Book review: Speaking Christian
by Marcus J. Borg
What is meant by our Christian language? How do we understand words like “redemption”? Borg reflects on the difference in meaning between liberal and conservative Christian thinking, even though the language is identical. Borg is quite liberal, and he refuses to turn the meaning of words that are special and meaningful to him over to a Christianity that he feels has strayed from the original, radical, this-worldly message of the first Christians.
Early Christianity was not focused on heaven or hell. An emphasis on the afterlife has turned Christianity away from its roots, and consequently, many of the concepts of the Bible have been modernized. A lot of the meanings of words we use as Christians differ so severely from person to person that it renders some of us speechless. We simply don’t know how to say what we mean. At least in America, when liberal Christians speak of faith, resurrection, even God, the conservative interpretation is so popular that we often can’t be understood.
The problem words are numerous. Saved. Born again. Mercy. Sin. Belief. (Borg suggests that a proper synonym for “believing” is “beloving.”) I’ve struggled mightily with this problem on various online forums, to the point where it’s tempting to simply give up on “speaking Christian.” This makes Borg’s book especially timely for me. So serious is the problem that some have concluded that Christian language is beyond redemption and needs to be replaced by language that actually communicates what we want to communicate. But Borg encourages us to hang in there. If we avoid the language of our faith because of uncertainty about what it means, we grant a monopoly on it to those who are most certain about its meaning. That would be unfortunate, for the language is extraordinarily rich, wise, and transformative. Moreover, if we neglect or reject biblical and Christian language because of its common current-day meanings, a serious question arises: Can we be Christian without using the language of Christianity?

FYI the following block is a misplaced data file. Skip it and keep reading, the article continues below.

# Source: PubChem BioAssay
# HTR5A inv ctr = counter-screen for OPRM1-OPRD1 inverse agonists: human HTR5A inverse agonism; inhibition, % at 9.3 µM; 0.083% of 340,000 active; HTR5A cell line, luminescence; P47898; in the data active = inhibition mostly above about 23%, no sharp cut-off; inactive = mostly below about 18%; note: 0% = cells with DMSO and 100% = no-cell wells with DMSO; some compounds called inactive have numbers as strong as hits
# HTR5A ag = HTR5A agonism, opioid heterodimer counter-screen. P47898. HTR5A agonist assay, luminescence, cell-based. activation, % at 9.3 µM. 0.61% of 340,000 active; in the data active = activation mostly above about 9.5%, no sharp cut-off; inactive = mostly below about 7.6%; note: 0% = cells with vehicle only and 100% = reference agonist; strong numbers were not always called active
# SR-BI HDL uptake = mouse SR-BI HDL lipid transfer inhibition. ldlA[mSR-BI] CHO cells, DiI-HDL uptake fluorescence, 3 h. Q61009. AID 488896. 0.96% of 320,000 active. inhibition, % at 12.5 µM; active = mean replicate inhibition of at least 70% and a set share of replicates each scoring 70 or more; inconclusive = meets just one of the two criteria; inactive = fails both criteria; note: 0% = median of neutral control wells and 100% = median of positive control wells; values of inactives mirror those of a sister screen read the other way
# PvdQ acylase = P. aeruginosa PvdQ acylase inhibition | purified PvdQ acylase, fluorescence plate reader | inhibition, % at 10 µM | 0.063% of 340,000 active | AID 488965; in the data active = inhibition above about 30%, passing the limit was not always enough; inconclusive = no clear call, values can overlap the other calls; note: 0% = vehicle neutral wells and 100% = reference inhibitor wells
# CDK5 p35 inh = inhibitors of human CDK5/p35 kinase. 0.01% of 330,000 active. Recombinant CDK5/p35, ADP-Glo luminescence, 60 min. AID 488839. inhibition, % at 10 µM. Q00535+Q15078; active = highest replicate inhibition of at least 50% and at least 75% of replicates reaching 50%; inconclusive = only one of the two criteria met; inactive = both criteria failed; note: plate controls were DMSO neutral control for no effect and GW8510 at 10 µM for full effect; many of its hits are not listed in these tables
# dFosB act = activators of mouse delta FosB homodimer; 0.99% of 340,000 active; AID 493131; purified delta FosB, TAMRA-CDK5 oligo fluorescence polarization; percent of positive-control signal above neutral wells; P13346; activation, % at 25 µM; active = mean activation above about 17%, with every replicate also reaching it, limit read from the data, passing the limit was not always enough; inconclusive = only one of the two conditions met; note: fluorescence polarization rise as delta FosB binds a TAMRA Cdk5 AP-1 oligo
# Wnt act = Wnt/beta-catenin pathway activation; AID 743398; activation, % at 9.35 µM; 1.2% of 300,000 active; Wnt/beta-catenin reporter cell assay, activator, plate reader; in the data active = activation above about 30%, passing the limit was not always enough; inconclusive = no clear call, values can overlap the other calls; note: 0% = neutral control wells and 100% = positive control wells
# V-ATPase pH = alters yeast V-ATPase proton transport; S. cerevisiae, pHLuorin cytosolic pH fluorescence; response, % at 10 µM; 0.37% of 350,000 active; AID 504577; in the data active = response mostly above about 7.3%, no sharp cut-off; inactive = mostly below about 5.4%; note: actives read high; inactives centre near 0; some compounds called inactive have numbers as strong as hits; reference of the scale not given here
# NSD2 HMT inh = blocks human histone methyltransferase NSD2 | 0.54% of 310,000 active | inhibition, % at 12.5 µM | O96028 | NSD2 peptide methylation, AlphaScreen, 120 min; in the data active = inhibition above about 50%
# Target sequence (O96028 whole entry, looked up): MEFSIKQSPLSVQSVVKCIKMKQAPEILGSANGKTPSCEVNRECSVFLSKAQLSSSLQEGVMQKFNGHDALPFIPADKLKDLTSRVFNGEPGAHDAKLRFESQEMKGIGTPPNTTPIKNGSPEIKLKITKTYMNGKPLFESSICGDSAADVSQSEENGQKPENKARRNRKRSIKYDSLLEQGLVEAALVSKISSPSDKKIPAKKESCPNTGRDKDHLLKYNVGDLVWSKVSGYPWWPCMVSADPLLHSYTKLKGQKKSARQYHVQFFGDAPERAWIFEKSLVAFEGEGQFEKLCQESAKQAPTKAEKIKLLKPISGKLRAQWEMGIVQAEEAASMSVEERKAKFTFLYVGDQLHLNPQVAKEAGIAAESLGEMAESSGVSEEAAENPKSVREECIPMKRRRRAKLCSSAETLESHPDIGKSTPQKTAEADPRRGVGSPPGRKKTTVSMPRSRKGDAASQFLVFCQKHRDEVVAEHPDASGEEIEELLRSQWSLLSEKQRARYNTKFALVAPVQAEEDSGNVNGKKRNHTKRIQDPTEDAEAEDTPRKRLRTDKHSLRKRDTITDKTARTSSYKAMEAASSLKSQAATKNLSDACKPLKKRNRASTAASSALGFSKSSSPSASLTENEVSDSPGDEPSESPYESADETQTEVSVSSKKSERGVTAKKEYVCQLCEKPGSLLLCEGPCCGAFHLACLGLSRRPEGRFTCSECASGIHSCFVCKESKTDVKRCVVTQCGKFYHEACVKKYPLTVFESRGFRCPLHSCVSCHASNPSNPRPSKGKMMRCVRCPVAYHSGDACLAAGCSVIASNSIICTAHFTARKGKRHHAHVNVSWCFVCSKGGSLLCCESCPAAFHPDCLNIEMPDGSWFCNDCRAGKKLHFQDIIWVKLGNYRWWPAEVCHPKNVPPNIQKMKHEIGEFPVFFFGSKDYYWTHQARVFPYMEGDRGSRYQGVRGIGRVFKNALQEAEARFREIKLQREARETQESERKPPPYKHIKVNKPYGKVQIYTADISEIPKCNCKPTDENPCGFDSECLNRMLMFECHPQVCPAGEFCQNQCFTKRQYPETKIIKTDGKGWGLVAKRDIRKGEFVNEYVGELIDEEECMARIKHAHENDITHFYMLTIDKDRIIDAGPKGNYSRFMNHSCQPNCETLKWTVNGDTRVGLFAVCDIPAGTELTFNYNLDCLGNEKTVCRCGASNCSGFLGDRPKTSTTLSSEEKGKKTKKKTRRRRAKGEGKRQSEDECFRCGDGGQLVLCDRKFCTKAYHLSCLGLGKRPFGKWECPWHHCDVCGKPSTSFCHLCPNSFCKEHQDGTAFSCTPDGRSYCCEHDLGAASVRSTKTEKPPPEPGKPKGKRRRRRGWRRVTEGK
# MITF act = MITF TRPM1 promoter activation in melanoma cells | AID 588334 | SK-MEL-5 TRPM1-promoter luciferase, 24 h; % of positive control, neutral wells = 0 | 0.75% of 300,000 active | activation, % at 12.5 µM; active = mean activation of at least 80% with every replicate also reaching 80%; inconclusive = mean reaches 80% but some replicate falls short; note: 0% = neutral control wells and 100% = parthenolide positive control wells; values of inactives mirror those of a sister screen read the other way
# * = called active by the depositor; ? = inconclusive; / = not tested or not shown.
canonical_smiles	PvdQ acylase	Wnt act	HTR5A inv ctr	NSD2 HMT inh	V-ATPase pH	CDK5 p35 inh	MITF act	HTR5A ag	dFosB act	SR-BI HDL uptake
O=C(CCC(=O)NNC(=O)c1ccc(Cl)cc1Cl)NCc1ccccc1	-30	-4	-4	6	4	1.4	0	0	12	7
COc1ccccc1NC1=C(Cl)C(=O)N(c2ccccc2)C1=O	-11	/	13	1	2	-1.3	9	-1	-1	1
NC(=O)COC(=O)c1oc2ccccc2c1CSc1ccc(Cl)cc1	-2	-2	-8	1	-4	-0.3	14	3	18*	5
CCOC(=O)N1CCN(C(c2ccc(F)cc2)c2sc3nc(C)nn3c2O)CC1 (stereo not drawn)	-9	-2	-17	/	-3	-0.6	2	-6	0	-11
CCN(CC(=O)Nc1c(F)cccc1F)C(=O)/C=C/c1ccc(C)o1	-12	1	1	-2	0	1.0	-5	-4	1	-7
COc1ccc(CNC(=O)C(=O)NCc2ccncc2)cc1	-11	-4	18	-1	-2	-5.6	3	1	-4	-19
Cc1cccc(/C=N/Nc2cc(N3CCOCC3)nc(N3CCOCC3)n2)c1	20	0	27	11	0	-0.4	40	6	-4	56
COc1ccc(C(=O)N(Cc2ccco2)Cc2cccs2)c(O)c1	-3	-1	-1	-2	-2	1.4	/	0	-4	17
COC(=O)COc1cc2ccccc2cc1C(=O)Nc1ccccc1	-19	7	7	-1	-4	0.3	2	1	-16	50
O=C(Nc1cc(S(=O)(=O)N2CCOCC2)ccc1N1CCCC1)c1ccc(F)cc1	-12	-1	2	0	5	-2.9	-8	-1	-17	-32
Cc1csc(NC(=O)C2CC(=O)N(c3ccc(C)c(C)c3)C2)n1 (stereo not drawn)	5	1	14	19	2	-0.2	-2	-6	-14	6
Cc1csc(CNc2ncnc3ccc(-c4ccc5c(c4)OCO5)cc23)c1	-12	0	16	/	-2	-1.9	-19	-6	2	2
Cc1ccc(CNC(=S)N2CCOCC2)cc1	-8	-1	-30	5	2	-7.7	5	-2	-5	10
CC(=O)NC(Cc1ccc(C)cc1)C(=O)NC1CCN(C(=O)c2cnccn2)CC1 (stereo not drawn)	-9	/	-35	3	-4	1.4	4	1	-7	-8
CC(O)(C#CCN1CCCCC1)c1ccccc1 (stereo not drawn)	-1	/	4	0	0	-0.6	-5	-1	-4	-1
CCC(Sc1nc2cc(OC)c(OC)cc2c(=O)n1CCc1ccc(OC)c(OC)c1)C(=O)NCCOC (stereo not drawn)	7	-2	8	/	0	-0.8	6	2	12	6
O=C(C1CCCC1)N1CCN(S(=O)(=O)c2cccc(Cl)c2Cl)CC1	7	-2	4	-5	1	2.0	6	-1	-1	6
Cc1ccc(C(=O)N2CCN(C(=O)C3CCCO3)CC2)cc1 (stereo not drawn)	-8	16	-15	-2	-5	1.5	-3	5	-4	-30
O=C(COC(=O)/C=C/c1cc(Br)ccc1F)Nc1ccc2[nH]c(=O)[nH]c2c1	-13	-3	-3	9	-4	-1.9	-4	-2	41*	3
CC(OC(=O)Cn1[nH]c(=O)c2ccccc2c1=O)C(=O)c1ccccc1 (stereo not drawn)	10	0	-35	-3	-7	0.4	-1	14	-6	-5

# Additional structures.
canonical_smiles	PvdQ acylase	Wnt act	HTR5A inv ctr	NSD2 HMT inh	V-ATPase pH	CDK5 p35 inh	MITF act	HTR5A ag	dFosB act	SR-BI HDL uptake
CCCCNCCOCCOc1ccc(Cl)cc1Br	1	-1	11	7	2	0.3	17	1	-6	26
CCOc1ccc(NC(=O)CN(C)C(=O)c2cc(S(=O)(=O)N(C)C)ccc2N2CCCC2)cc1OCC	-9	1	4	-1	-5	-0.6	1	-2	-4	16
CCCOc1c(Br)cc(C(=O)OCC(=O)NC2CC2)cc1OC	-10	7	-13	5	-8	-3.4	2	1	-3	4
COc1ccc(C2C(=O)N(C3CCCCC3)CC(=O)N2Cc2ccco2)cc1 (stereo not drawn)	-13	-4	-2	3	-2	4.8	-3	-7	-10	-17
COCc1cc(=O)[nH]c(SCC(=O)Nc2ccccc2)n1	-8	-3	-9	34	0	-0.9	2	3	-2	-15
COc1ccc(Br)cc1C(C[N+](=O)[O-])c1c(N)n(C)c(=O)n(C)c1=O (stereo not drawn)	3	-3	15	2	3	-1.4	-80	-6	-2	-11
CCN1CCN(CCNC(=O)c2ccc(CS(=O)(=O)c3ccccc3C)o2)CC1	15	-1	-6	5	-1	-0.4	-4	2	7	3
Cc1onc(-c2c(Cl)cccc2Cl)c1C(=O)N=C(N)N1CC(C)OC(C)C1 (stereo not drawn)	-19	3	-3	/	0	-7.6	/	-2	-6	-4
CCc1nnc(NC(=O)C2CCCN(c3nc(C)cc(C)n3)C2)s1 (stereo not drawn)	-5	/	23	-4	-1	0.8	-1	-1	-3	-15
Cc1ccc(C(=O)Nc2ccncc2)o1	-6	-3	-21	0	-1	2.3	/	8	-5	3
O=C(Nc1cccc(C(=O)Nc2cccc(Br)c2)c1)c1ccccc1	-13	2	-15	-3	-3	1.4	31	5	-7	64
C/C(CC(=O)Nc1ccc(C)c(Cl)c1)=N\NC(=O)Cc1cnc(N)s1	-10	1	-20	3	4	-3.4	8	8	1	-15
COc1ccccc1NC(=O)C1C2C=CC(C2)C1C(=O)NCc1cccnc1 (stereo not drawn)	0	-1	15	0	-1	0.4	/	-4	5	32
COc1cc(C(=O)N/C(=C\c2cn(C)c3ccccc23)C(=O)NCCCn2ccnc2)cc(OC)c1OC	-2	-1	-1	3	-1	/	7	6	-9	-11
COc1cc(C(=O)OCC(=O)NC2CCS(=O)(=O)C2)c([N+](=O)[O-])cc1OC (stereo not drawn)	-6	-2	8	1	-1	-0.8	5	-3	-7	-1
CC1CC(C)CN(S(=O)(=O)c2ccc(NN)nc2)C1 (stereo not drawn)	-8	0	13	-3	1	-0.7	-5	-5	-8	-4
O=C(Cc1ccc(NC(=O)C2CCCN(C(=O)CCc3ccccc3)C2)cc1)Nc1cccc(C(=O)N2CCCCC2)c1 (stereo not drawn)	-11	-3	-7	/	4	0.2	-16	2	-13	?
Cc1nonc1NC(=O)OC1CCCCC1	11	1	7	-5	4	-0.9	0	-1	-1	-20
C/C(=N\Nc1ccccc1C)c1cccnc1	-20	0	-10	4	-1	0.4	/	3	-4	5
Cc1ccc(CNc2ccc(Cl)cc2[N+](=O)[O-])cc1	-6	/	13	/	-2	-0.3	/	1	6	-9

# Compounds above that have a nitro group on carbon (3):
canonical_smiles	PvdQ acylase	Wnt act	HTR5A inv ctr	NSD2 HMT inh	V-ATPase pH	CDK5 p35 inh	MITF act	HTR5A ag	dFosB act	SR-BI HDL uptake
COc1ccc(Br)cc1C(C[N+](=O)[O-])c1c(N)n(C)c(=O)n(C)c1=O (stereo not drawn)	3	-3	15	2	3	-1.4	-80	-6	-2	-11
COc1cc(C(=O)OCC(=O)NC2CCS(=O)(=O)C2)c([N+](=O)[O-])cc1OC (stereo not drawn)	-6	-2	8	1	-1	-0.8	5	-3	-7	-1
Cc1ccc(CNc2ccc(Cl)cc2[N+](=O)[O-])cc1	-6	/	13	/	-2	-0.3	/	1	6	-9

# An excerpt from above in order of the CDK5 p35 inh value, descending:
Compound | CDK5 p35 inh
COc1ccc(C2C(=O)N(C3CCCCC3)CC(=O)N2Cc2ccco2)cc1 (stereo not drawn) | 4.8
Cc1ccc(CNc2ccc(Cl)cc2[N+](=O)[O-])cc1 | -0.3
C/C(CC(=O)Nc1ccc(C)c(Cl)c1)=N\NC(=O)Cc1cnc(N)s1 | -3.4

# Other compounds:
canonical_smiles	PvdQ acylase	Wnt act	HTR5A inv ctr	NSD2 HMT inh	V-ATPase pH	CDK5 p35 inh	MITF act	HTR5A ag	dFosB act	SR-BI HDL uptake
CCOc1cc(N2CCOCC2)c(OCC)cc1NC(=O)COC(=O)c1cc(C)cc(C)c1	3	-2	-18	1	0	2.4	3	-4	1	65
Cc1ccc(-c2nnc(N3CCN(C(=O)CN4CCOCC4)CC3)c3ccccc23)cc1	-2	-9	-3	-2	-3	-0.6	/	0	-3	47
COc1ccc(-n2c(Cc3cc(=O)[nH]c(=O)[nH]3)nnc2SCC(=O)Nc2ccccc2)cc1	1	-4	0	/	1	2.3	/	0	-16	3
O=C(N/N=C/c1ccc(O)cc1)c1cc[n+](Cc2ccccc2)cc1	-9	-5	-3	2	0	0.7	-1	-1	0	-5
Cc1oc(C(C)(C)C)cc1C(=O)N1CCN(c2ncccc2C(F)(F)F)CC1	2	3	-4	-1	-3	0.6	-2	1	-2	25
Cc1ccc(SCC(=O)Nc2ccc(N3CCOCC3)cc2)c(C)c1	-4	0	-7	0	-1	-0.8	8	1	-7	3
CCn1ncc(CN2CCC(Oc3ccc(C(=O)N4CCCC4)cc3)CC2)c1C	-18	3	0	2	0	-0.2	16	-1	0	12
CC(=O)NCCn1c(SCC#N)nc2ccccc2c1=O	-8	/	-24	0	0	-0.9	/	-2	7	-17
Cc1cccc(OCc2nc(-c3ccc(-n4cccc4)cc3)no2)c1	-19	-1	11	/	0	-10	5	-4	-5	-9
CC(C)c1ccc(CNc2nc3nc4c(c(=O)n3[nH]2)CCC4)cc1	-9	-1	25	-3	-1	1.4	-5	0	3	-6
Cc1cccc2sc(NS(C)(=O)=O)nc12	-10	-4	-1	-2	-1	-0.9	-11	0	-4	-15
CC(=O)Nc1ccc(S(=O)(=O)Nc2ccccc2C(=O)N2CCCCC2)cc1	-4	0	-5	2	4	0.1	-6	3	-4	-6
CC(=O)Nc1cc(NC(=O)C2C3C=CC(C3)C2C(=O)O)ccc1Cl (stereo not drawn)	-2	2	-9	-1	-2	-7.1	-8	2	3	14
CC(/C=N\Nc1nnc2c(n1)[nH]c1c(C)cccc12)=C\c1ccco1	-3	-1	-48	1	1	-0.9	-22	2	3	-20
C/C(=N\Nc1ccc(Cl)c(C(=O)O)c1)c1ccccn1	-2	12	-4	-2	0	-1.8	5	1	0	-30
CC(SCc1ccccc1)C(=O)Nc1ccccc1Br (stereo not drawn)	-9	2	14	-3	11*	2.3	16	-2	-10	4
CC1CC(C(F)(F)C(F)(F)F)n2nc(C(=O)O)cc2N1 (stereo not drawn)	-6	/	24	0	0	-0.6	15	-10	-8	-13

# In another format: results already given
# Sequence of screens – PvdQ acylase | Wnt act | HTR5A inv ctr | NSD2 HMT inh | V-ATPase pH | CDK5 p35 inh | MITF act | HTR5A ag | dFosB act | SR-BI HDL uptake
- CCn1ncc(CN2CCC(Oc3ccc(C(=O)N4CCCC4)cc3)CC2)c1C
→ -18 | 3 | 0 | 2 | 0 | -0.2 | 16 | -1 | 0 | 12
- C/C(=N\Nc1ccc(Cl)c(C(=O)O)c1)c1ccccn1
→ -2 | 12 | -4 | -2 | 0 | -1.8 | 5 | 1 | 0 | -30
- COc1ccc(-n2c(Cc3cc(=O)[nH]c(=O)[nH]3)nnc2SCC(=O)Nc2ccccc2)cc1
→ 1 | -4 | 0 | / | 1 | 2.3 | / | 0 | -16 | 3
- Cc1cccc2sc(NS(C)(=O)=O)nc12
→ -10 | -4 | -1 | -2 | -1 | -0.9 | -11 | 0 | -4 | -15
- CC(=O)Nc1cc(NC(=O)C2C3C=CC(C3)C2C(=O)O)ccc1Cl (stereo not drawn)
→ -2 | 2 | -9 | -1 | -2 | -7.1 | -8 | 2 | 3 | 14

Borg says no. To abandon the language of Christianity would mean leaving behind something that has been profoundly nourishing. Religions are like language. Ceasing to speak French would mean no longer being French. Being Christian means “speaking Christian.”